Tuesday, July 22, 2008

Activist Labor Fund Wants Citi Split

A five-year-old effort to press for changes at Citigroup Inc. by a major activist labor union just went into high gear.

In a letter sent to Citigroup's board late Friday, shareholder the American Federation of State County and Municipal Employees, or AFSCME, said it wants the bank to complete a strategic plan that includes splitting the company into two units in light of its financial problems stemming from the subprime mortgage credit crunch. AFSCME director Richard Ferlauto says he doesn't want to dictate specific terms, but thinks Citigroup should divide its commercial banking division from its investment banking unit.

"We want to see Citigroup spin off its Citi Smith Barney division," says Ferlauto.

AFSCME's letter follows an effort by the labor union fund to have shareholders vote to remove Citigroup directors at the megabank's April annual meeting. According to Ferlauto, between 25% to 30% of shareholders voted against the re-election of some Citigroup directors at the meeting.

"This is a strong indication of unhappiness of the company's direction," Ferlauto says.

Additionally, Citi, which has lost roughly $54 billion due to the credit crisis, has already raised more than $40 billion of new capital mostly from sovereign wealth funds. - Ron Orol

Tuesday, July 8, 2008

InBev's Anheuser Proxy Contest: No Annual Meeting Necessary

When beer titan Anheuser-Busch Cos. set up its bylaws to allow shareholders to act by "written consent," it probably did not expect the measure would be used by a rival in a campaign to take control of the brewer in an expedited manner. But, in fact, that is exactly what appears to be happening with InBev SA's plan released Monday to use the measure to replace 13 board members, according to a Securities and Exchange Commission filing.

Some corporations permit written consent provisions in their bylaws because they want procedures in place to give investors the ability to quickly endorse debt refinancing programs in cases when shareholder approval is required for those actions. But having such a provision in place also makes the company vulnerable to dissident shareholders seeking to bring in their own director candidates.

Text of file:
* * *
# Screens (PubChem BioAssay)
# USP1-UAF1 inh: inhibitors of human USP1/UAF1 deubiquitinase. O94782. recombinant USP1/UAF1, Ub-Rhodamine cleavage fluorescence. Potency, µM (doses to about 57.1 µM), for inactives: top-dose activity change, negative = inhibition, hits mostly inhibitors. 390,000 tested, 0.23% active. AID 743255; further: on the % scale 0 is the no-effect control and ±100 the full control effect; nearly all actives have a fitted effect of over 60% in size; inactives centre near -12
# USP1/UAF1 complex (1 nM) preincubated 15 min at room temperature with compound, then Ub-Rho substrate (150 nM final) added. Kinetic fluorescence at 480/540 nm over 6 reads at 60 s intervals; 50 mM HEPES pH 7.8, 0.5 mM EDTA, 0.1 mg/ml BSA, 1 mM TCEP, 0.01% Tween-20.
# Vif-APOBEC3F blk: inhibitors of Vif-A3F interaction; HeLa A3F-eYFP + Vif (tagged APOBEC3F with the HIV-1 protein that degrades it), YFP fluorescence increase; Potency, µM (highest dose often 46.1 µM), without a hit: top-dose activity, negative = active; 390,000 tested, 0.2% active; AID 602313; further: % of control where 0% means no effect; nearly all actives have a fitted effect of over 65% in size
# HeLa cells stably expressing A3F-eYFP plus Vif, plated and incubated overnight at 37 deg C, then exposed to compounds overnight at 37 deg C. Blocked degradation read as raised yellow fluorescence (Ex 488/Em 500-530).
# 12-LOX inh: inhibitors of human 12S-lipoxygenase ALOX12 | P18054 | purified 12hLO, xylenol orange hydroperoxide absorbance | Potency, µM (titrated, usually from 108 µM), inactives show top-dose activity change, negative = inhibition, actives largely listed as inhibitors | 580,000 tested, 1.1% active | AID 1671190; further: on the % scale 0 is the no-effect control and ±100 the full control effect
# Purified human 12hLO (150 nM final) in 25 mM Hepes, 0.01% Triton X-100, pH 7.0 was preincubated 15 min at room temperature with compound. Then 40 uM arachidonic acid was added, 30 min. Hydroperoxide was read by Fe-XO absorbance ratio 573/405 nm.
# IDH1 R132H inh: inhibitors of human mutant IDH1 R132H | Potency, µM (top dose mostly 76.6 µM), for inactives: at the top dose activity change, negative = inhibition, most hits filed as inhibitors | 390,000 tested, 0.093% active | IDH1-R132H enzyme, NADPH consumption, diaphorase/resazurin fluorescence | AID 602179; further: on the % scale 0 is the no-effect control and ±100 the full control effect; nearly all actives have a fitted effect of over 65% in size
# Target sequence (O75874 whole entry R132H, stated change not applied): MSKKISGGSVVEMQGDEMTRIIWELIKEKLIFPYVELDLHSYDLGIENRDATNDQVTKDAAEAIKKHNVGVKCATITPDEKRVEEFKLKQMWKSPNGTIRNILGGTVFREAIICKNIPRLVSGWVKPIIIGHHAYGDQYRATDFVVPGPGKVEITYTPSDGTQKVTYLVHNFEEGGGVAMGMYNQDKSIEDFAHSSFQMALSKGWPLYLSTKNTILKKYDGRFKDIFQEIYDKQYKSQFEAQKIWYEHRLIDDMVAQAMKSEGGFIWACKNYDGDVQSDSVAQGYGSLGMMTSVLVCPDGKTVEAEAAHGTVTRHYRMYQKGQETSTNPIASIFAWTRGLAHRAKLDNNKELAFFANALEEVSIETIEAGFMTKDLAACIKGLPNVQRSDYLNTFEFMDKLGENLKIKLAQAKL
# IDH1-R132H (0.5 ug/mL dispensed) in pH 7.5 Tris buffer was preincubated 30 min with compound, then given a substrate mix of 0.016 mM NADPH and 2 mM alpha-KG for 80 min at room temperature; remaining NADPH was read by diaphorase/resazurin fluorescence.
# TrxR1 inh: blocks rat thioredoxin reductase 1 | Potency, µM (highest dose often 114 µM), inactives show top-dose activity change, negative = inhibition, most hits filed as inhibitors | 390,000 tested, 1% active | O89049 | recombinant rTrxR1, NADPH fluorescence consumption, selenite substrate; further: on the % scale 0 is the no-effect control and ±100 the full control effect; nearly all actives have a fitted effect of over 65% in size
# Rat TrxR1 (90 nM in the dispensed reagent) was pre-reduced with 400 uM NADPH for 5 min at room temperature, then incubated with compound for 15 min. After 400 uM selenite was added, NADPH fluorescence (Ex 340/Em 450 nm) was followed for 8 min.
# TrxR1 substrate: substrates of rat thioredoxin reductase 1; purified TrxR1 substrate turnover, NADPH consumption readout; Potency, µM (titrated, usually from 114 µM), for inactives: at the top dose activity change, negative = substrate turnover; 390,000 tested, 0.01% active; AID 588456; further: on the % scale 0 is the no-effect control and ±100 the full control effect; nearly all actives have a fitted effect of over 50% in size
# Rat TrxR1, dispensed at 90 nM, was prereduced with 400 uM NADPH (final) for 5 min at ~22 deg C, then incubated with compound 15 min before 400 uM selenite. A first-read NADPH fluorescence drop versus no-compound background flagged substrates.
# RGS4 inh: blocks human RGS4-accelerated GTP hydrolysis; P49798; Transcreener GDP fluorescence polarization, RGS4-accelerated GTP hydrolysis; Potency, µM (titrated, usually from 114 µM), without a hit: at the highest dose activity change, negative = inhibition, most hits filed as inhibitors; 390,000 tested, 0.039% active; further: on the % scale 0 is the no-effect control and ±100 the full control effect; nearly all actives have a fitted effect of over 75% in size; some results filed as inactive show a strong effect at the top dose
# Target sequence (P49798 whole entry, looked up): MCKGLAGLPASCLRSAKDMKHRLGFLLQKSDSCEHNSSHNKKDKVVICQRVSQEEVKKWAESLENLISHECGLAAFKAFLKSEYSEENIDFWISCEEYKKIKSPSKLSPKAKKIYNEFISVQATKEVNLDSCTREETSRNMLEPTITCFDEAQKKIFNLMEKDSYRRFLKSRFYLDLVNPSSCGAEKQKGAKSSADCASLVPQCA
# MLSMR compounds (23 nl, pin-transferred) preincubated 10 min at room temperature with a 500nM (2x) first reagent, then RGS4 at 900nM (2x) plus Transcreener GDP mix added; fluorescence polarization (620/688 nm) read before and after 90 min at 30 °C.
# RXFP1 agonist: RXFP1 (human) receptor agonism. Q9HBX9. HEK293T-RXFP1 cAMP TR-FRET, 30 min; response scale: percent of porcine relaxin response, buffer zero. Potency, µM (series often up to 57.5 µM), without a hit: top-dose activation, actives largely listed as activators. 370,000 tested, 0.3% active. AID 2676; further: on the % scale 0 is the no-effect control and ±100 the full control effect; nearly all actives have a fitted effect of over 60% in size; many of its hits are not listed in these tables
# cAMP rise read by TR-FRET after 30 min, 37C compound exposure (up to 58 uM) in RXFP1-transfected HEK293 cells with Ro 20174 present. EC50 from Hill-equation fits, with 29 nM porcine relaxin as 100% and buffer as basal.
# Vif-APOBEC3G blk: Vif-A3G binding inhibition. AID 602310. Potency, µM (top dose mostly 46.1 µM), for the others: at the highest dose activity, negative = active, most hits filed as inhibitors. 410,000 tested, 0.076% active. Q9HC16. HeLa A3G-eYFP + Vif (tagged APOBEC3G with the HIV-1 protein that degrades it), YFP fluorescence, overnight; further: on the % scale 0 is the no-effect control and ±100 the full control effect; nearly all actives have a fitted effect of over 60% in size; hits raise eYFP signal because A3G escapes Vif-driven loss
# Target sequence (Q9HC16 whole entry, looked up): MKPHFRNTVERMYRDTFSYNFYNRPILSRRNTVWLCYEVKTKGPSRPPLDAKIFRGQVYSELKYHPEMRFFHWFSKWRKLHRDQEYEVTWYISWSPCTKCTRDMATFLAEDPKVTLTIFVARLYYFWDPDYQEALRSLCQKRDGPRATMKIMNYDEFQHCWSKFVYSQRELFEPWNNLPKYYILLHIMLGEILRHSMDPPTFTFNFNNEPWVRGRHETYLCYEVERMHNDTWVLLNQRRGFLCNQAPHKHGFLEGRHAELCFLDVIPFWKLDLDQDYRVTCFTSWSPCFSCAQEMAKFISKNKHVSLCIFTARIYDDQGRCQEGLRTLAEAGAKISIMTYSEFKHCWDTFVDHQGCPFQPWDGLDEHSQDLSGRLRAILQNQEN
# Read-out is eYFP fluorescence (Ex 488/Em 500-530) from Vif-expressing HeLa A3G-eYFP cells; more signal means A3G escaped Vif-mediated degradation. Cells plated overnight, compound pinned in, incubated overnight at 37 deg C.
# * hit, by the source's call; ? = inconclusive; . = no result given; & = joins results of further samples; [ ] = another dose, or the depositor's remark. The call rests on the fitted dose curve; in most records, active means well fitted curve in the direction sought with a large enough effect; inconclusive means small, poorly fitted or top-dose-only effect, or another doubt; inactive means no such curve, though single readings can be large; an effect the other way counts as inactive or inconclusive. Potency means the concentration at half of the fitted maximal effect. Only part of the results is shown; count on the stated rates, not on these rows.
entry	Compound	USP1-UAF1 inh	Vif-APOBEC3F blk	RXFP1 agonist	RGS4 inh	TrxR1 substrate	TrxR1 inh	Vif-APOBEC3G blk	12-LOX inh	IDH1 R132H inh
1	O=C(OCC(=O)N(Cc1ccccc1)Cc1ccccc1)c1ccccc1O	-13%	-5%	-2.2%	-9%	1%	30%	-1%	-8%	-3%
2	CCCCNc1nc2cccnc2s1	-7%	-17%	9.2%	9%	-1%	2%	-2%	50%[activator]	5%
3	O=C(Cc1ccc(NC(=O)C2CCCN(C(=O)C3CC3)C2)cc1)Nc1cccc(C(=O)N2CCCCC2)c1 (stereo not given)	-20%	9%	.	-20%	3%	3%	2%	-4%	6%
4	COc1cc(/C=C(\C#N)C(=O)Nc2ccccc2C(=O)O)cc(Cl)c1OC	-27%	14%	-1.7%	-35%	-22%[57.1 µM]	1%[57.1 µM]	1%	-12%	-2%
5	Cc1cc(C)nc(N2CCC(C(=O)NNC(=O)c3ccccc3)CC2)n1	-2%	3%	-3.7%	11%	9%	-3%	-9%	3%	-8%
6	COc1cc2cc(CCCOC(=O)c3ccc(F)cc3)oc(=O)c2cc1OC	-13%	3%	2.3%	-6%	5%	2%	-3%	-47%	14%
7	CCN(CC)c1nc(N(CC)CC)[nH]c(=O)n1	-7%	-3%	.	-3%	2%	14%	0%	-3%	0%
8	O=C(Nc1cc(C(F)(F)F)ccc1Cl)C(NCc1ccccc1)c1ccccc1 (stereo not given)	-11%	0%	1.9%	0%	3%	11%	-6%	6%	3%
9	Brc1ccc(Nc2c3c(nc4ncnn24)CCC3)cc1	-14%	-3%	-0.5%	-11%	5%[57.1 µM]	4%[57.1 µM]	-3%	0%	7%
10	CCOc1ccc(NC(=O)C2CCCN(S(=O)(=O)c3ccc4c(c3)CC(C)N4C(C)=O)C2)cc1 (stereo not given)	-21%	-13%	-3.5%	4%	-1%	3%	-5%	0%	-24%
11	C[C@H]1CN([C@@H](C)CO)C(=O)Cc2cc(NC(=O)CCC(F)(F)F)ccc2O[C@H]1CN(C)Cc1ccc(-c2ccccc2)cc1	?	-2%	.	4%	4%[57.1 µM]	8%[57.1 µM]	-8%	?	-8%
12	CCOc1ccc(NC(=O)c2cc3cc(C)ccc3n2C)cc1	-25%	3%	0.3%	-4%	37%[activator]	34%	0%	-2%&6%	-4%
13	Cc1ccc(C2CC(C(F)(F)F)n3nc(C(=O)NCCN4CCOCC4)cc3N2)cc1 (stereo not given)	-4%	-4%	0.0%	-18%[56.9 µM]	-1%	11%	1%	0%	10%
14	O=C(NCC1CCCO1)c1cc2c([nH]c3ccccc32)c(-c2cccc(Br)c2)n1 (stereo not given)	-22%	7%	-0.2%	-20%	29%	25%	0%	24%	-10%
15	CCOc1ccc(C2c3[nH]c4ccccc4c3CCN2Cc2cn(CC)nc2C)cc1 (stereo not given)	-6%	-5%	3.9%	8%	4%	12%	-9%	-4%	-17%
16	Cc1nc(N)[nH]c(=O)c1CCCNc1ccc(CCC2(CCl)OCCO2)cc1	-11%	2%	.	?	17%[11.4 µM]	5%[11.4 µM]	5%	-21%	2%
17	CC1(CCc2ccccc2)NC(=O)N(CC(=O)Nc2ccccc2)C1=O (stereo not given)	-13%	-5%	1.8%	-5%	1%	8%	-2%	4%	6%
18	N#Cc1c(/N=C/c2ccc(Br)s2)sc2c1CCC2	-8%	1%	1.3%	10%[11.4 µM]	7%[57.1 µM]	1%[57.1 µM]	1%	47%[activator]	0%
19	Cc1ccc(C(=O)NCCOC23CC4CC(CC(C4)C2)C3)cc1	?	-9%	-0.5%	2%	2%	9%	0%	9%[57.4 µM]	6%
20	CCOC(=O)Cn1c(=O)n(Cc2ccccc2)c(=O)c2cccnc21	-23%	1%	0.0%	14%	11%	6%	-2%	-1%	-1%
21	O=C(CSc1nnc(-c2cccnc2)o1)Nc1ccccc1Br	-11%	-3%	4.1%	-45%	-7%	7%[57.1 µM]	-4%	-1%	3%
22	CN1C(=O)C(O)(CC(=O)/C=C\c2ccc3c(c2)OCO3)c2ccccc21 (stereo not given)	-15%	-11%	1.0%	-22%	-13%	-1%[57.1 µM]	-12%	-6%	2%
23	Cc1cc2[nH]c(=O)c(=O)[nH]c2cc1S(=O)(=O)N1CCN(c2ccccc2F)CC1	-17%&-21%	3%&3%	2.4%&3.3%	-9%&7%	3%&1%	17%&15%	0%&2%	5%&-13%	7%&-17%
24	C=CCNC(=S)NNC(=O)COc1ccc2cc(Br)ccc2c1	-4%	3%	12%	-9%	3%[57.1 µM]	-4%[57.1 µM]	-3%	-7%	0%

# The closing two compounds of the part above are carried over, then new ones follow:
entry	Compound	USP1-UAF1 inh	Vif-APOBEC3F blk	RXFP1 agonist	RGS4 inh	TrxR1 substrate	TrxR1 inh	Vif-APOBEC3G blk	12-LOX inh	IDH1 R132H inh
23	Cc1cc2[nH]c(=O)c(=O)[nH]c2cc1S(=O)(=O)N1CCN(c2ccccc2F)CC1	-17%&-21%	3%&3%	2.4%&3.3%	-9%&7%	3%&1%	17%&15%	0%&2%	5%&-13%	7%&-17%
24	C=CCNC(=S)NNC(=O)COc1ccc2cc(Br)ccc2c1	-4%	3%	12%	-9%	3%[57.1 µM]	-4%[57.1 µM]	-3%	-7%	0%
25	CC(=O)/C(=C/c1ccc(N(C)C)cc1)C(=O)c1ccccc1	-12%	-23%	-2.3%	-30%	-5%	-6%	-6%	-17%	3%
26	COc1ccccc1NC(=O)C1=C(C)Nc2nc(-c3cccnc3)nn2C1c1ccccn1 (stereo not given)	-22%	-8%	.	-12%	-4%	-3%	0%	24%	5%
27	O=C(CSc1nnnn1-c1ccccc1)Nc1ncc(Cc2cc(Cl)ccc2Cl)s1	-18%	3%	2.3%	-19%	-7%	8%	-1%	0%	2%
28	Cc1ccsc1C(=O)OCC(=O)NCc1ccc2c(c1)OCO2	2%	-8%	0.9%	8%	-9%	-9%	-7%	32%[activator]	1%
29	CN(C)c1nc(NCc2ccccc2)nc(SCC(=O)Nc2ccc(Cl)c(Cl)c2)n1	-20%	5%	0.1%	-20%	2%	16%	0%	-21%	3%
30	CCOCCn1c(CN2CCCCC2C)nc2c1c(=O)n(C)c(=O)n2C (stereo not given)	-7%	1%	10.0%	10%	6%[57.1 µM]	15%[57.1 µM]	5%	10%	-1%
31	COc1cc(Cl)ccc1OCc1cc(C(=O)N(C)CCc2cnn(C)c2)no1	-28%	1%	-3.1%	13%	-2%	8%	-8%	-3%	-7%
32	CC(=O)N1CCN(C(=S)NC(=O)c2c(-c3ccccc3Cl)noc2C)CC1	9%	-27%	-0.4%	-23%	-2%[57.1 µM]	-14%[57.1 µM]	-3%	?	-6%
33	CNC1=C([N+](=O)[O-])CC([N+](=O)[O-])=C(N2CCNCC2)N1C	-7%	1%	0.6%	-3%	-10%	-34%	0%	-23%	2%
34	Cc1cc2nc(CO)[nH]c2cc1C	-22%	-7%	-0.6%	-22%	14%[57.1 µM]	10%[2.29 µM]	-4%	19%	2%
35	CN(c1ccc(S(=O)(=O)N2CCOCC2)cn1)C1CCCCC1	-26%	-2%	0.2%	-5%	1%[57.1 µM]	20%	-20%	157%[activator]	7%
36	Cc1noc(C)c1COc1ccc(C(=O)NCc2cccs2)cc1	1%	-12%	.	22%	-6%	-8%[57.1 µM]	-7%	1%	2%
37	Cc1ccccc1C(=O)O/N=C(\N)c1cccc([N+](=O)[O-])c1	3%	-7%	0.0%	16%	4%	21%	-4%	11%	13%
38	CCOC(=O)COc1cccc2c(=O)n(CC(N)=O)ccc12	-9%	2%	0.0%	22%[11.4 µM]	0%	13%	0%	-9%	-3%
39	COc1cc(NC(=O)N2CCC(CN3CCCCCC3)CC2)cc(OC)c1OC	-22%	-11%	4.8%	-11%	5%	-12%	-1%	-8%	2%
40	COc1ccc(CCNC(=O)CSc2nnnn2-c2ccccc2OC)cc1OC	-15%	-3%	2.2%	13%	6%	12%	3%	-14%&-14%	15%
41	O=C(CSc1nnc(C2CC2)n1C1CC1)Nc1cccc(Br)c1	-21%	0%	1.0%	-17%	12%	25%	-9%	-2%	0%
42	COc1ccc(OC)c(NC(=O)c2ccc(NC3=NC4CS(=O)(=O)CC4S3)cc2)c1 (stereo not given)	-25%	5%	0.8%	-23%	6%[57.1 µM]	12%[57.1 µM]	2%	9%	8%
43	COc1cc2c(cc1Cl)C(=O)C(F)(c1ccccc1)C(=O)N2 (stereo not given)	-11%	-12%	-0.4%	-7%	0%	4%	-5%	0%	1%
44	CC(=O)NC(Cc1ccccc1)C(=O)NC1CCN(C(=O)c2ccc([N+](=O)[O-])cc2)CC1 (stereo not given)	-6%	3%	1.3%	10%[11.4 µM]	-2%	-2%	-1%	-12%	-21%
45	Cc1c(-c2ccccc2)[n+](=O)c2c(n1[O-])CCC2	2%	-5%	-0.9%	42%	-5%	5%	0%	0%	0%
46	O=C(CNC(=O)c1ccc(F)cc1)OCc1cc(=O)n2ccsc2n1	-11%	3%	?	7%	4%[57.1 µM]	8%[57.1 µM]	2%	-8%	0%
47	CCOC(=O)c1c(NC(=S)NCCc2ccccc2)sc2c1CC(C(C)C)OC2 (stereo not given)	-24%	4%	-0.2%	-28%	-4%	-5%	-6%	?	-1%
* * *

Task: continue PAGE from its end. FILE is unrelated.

Unlike most corporations, Anheuser-Busch has a bylaw provision permitting "written consent solicitation."

To employ written consent solicitations, the activist distributes proxy documents to other shareholders asking them to sign a card saying they want to vote their shares to remove certain directors from the board and replace them with candidates nominated by the dissident. Typically, if investors with more than half of the total shares outstanding vote to remove the incumbent directors, the activist wins and his nominees are installed on the board. The campaign is different from a traditional proxy contest because it does not take place on the day of the company's annual meeting. As a matter of fact, no meeting must take place for the consents to be approved and for the directors to be removed and replaced.

It's likely Anheuser-Busch set up its bylaws to permit written consent solicitations thinking its double-digit billion dollar stock market capitalization would discourage hostile bidders and proxy contests.

But after removing its classified board, it looks increasingly like Budweiser should have killed the written consent solicitation bylaw a long time ago. The majority of other public corporations already recognize why that bylaw shouldn't be in place. - Ron Orol

Wednesday, July 2, 2008

Insurgent Investor Mark Schwarz Isn’t Taking No for an Answer

After specialty property and casualty insurance company Specialty Underwriters Alliance Inc. rejected his Hallmark Financial Services Inc.’s $6.50 a share, or $115 million, bid to buy the company, Schwarz on July 1, Tuesday, sent a letter to the company’s directors outlining benefits of such a deal.

“Hallmark senior management stands ready to meet with members of the board to answer questions regarding the proposal,” Schwarz wrote in a letter attached to a Securities and Exchange Commission filing.

The specialty property and casualty insurance company last week rejected Schwarz’s unsolicited takeover bid. Schwarz owns 9.9% of Specialty Underwriters.

In the filing, Schwarz points out that his offer represents a 31% premium on the $4.96 a share Specialty Underwriters Alliance was trading at on Friday June 20, the last business day before the company made Schwarz’s offer public, Monday, June 23. Schwarz also argues that SUAI’s business model will be improved by the addition of Hallmark’s strong financial position. This transaction will allow SUAI shareholders to enjoy a much higher return on their pro-rata share of invested capital in a combined company,” Schwarz added.

Schwarz’s investment vehicle, Newcastle Partners is the controlling shareholder of Hallmark Financial. -- Ron Orol